10 powerful questions to scan someone to uncover their hidden cache of cashable assets.

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If you want to be successful and reach your leadership potential, you need to embrace asking questions as a lifestyle. Make it a habit to ask questions, instead of giving answer. Be the dumbest person in the room, instead of the smartest person in the room.

Asking the right questions of the right person at the right time is a powerful combination.
“The ability to ask the right question is more than half the battle of finding the answer.” – Thomas J. Watson
Following are 10 powerful questions to ask anyone, especially people you care deeply about.

Uncover from the Mind:

  1. Knowledge: what do you know? (knowledge, schooling)
  2. Skills: what can you do? (skills, know-how, street-smarts)
  3. Confidence: where have you been successful? (money, relationship, organization)
  4. Failures and fears: what have you failed at/feared?
  5. What are your three biggest problems/challenges?

Uncover from the Heart:

  1. Passion: What are your passions? 
  2. Desire: What are your desires?
  3. Talents: What are you good at?
  4. Wisdom: What are your life’s top three lessons?
  5. Connections: Whom do you know?

 

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About the author: Hoan Do is a certified leadership coach. Hoan have led multiple teams at Symantec Inc. across the globe delivering world-class solutions to protect consumers and businesses. Hoan is an expert in building highly performing teams. He believes that the best leader is the leader that could grow his followers to be leaders. Hoan has been organizing mastermind groups to share with other leaders about transformational leadership and coaching. He has trained many leaders via mastermind groups, workshops, and one-on-one coaching.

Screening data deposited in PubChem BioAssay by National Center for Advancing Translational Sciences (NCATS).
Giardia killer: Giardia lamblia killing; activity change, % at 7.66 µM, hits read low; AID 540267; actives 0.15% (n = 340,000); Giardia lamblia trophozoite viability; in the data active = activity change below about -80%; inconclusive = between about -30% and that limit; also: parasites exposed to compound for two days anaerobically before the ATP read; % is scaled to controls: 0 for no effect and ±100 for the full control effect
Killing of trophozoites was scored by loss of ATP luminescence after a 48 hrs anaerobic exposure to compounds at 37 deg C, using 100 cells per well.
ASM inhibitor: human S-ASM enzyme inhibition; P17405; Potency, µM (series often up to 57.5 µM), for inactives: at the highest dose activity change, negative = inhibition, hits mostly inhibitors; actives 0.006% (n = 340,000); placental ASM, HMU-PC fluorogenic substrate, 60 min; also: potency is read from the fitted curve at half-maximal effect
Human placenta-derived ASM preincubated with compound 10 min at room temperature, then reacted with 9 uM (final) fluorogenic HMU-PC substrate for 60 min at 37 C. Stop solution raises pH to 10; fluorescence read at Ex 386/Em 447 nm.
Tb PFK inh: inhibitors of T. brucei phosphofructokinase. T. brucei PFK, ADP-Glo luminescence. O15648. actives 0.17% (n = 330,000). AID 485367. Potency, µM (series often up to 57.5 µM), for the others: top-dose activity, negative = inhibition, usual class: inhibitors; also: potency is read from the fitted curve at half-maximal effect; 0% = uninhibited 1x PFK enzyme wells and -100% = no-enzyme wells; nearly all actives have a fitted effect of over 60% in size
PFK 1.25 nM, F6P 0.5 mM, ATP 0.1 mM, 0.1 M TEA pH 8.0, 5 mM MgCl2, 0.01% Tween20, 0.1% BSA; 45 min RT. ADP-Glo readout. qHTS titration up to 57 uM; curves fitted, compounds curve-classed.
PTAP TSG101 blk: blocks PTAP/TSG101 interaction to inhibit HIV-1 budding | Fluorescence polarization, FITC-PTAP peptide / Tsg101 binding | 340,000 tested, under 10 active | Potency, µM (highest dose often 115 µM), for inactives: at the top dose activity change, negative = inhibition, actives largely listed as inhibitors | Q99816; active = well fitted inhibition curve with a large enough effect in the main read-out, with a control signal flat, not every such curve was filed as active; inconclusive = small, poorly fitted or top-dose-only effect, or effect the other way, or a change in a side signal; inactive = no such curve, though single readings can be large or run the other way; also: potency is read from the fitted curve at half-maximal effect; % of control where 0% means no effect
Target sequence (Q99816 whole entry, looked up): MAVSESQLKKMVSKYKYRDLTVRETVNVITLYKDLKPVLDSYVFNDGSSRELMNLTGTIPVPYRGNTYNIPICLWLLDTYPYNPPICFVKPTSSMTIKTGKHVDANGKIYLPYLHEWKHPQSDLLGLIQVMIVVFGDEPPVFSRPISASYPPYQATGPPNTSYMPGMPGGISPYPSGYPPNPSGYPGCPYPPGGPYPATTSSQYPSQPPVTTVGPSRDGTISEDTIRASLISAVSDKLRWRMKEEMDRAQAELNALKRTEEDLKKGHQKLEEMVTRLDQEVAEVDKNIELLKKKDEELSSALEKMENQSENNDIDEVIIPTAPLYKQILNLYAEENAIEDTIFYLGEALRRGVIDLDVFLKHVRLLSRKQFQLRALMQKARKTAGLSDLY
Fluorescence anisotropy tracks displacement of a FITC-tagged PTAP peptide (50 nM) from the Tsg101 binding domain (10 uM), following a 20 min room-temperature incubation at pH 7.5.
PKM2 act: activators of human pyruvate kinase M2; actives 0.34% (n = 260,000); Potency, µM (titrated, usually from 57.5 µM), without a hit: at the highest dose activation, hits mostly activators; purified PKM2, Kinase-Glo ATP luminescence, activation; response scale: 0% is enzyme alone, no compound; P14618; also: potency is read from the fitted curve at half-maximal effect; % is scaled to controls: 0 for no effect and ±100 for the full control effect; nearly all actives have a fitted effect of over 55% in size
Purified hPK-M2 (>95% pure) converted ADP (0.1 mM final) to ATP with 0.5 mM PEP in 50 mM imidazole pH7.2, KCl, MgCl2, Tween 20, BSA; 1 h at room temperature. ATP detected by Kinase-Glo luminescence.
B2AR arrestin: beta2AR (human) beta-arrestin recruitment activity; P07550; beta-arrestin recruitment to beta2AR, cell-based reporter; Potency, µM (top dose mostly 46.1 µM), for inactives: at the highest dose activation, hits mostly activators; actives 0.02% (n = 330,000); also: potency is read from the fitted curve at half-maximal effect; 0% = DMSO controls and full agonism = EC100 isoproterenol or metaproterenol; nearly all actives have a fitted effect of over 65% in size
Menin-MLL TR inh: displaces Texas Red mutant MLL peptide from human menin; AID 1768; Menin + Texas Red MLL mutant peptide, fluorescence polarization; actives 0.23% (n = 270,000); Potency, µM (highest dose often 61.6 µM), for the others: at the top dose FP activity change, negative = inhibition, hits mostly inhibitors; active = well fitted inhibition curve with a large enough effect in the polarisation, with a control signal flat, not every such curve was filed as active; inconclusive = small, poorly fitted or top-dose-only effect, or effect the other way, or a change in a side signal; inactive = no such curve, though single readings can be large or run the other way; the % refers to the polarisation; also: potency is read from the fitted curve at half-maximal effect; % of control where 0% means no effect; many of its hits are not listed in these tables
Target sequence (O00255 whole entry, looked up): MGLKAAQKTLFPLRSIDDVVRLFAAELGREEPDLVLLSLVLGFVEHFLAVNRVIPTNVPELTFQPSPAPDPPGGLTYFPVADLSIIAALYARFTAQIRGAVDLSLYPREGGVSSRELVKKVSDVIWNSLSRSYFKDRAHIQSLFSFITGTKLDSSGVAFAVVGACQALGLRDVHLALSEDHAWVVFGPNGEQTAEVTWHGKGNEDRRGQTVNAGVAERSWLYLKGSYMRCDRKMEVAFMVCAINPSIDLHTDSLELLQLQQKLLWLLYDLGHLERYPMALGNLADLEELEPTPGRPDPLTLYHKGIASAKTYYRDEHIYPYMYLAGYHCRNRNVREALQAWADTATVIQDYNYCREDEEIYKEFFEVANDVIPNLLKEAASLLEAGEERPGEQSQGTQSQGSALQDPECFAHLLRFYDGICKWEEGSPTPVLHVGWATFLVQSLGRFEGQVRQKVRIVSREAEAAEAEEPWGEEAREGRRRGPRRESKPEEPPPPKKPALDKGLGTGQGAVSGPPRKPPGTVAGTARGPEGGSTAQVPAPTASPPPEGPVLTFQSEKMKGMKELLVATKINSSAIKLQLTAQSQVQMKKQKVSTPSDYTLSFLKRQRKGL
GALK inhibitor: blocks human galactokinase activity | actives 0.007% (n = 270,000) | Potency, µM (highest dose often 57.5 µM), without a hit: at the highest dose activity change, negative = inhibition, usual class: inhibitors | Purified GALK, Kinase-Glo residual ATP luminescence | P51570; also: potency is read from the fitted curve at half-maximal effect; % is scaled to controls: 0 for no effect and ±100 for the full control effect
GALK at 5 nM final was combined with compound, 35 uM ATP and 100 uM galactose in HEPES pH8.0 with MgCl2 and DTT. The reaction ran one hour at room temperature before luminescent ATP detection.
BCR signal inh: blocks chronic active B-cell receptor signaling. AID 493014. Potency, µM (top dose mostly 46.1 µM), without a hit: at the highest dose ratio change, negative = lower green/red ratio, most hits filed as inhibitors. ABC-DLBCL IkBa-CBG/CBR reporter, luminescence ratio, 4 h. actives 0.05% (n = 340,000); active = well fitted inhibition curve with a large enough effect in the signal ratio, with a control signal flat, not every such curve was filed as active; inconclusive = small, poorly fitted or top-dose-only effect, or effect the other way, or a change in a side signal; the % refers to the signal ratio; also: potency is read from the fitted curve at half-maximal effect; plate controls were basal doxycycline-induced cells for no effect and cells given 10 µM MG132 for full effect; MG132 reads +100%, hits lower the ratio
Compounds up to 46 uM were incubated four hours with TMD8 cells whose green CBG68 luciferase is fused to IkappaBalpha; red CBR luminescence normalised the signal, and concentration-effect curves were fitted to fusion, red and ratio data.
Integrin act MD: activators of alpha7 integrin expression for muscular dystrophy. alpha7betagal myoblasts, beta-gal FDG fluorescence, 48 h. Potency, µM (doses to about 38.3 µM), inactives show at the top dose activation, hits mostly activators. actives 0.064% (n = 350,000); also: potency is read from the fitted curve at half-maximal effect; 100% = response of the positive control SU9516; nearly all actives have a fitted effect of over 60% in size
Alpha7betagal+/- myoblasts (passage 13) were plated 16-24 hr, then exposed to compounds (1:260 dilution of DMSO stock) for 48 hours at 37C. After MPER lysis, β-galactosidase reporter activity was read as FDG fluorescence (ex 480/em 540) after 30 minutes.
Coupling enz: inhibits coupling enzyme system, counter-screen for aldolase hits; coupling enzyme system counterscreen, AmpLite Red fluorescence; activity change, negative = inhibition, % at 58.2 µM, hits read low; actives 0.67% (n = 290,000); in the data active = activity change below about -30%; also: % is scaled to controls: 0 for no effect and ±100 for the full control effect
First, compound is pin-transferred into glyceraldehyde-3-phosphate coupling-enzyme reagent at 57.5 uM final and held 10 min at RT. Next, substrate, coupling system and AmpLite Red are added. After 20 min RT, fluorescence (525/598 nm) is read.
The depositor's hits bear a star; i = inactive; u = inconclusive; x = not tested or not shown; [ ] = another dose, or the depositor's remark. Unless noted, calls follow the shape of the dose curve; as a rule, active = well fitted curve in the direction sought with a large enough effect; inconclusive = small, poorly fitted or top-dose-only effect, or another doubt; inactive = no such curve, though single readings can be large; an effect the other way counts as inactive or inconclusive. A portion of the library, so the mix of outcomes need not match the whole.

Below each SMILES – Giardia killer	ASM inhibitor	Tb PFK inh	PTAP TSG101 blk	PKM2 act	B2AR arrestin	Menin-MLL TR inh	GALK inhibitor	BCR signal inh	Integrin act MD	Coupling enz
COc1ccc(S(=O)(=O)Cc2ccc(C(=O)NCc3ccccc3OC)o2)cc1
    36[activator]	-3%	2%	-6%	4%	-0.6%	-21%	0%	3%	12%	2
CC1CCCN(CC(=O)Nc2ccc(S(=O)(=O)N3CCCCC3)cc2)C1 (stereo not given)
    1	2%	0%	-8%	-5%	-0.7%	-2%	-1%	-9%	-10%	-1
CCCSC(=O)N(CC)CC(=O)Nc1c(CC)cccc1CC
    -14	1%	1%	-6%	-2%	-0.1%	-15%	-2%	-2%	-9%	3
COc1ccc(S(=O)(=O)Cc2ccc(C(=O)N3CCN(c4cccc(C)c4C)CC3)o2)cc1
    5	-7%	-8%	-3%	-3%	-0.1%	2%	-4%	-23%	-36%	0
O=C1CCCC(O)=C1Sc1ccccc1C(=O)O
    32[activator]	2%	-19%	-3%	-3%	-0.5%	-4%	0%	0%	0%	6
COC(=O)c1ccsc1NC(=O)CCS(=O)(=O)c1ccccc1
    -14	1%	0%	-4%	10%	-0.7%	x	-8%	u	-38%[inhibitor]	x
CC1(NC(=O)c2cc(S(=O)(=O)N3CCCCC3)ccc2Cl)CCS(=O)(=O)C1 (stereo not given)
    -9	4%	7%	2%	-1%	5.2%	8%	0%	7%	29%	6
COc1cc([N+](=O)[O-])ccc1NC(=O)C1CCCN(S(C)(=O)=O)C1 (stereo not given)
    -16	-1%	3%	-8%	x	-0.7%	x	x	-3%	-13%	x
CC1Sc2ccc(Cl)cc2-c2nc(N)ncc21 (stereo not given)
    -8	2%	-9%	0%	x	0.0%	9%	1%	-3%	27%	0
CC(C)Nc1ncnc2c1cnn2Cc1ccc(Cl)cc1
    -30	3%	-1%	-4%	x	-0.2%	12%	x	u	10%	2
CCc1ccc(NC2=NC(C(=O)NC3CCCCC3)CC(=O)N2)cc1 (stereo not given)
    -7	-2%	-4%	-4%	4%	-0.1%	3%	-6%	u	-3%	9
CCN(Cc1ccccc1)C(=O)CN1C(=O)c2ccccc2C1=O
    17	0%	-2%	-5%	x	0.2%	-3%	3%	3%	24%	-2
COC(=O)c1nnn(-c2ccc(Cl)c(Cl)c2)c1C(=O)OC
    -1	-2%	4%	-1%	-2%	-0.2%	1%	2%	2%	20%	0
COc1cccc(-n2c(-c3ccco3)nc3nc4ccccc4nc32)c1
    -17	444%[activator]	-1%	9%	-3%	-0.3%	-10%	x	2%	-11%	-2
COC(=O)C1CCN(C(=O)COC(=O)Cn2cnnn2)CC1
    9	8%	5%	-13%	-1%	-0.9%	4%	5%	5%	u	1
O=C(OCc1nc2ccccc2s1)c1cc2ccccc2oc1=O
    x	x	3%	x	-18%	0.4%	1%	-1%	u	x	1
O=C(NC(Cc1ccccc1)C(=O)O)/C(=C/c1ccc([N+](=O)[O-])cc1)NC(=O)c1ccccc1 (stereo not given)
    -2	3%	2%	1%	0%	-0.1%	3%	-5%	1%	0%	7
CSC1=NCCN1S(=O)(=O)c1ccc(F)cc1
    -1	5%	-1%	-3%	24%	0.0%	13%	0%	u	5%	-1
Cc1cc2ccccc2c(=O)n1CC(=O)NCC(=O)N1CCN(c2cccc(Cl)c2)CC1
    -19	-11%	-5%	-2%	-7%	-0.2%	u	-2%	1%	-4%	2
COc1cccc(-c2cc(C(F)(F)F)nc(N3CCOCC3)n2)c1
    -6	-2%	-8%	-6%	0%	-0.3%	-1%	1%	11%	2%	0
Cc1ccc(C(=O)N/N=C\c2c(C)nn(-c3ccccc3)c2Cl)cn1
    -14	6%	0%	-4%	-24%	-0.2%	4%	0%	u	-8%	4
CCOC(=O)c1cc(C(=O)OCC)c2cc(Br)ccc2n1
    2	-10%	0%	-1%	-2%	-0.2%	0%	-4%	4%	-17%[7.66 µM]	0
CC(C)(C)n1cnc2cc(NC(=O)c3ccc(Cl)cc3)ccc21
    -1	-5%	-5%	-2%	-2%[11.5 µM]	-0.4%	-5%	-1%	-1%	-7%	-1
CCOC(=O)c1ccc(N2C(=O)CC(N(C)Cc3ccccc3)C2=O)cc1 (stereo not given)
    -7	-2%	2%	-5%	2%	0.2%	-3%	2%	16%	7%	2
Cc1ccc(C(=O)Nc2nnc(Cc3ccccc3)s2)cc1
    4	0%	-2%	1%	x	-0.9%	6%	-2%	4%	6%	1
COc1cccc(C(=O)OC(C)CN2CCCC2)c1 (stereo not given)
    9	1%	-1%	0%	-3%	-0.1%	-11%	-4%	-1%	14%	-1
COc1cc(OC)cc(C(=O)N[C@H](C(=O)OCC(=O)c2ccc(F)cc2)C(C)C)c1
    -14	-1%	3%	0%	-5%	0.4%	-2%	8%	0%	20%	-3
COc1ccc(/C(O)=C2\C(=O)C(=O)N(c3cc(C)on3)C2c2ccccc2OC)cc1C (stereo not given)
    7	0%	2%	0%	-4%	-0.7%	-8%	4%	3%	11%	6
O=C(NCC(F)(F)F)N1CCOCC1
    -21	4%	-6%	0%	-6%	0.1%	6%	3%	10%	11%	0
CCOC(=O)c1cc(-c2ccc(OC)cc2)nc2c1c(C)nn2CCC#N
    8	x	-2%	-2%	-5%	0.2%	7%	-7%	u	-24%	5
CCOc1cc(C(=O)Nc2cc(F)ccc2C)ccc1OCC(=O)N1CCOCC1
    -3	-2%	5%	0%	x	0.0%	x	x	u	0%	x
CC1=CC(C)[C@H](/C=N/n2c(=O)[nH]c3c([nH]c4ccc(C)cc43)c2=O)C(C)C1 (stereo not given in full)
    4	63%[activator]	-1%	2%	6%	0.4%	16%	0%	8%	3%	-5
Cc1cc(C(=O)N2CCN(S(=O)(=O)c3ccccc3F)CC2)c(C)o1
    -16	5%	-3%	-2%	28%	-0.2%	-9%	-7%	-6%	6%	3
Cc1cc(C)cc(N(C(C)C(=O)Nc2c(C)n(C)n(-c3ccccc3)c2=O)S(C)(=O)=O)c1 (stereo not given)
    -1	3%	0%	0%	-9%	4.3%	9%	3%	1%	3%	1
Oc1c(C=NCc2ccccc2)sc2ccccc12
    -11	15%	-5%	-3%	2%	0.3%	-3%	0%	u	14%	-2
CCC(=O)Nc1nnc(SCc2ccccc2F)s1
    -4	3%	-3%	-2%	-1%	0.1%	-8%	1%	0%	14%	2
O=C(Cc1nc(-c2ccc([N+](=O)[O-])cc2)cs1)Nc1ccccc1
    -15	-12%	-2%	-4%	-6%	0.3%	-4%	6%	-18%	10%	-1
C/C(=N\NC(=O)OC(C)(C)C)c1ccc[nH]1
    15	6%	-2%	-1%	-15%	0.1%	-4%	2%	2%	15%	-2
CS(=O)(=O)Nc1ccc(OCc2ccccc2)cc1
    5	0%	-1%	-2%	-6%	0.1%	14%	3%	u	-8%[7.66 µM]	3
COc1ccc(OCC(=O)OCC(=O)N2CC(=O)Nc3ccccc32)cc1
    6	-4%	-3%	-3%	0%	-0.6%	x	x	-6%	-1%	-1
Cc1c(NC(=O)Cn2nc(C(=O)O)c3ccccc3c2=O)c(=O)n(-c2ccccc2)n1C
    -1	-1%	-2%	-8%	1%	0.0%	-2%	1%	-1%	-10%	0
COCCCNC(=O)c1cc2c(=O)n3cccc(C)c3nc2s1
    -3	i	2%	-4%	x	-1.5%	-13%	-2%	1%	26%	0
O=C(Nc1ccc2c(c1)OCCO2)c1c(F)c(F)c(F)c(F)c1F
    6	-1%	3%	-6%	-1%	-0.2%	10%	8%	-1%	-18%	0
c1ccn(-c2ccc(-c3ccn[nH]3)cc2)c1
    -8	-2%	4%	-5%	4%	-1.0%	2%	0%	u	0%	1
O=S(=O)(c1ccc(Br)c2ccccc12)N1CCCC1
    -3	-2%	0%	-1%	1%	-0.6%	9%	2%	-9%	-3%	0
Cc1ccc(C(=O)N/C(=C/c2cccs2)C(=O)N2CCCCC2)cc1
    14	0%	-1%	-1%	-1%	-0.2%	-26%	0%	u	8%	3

If you are curious about the above method and how you can apply it to your life successfully, open your email and send me an inquiry at coach@hoanmdo.com

Life and Leadership Lessons learned from Bill Campbell – the ultimate coach of Billionaire CEOs including Steve Jobs, Jeff Bezos, Larry Page, Sergey Brin

Bill was described as a legendary coach who coached Steve Jobs, Eric Schmitz, Larry Page, Sergey Brins.

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I first read about Bill Campbell from “Hatching Twitter: A True Story of Money, Power, Friendship, and Betrayal” by Nick Bilton. Bill was brought into Twitter to mentor the CEO Evan Williams.

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Bill was described as a legendary coach who coached Steve Jobs, Eric Schmitz, Larry Page, Sergey Brins. From the first meeting, Bill fearlessly pointed out to Evan that the biggest mistake a CEO can make is to “Hire your fucking friends.” Bill often sat on Twitter’s board meeting.

Later I read about Bill Campbell in The Amazon Way.

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Bill was brought into Amazon by the board to help deal with Amazon’s leadership crisis. Amazon employees were complaining about Jeff Bezos’ controlling and demanding styles. The board was considering whether to ask Jeff Bezos to step aside and let someone else be the CEO. “Campbell had a reputation for being an astute listener who could parachute into difficult corporate situations and get executives to confront their own shortcomings. Steve Jobs considered him a confidant and got him to join the Apple board when Jobs returned to the helm of that company in 1997.

After meeting Jeff Bezos, Bill concluded that “Why would you ever replace him [Jeff Bezos]?’ He’s out of his mind, so brilliant about what he does.

I read about Bill Campbell from Ben Horowitz’s book: The Hard Things about Hard Things.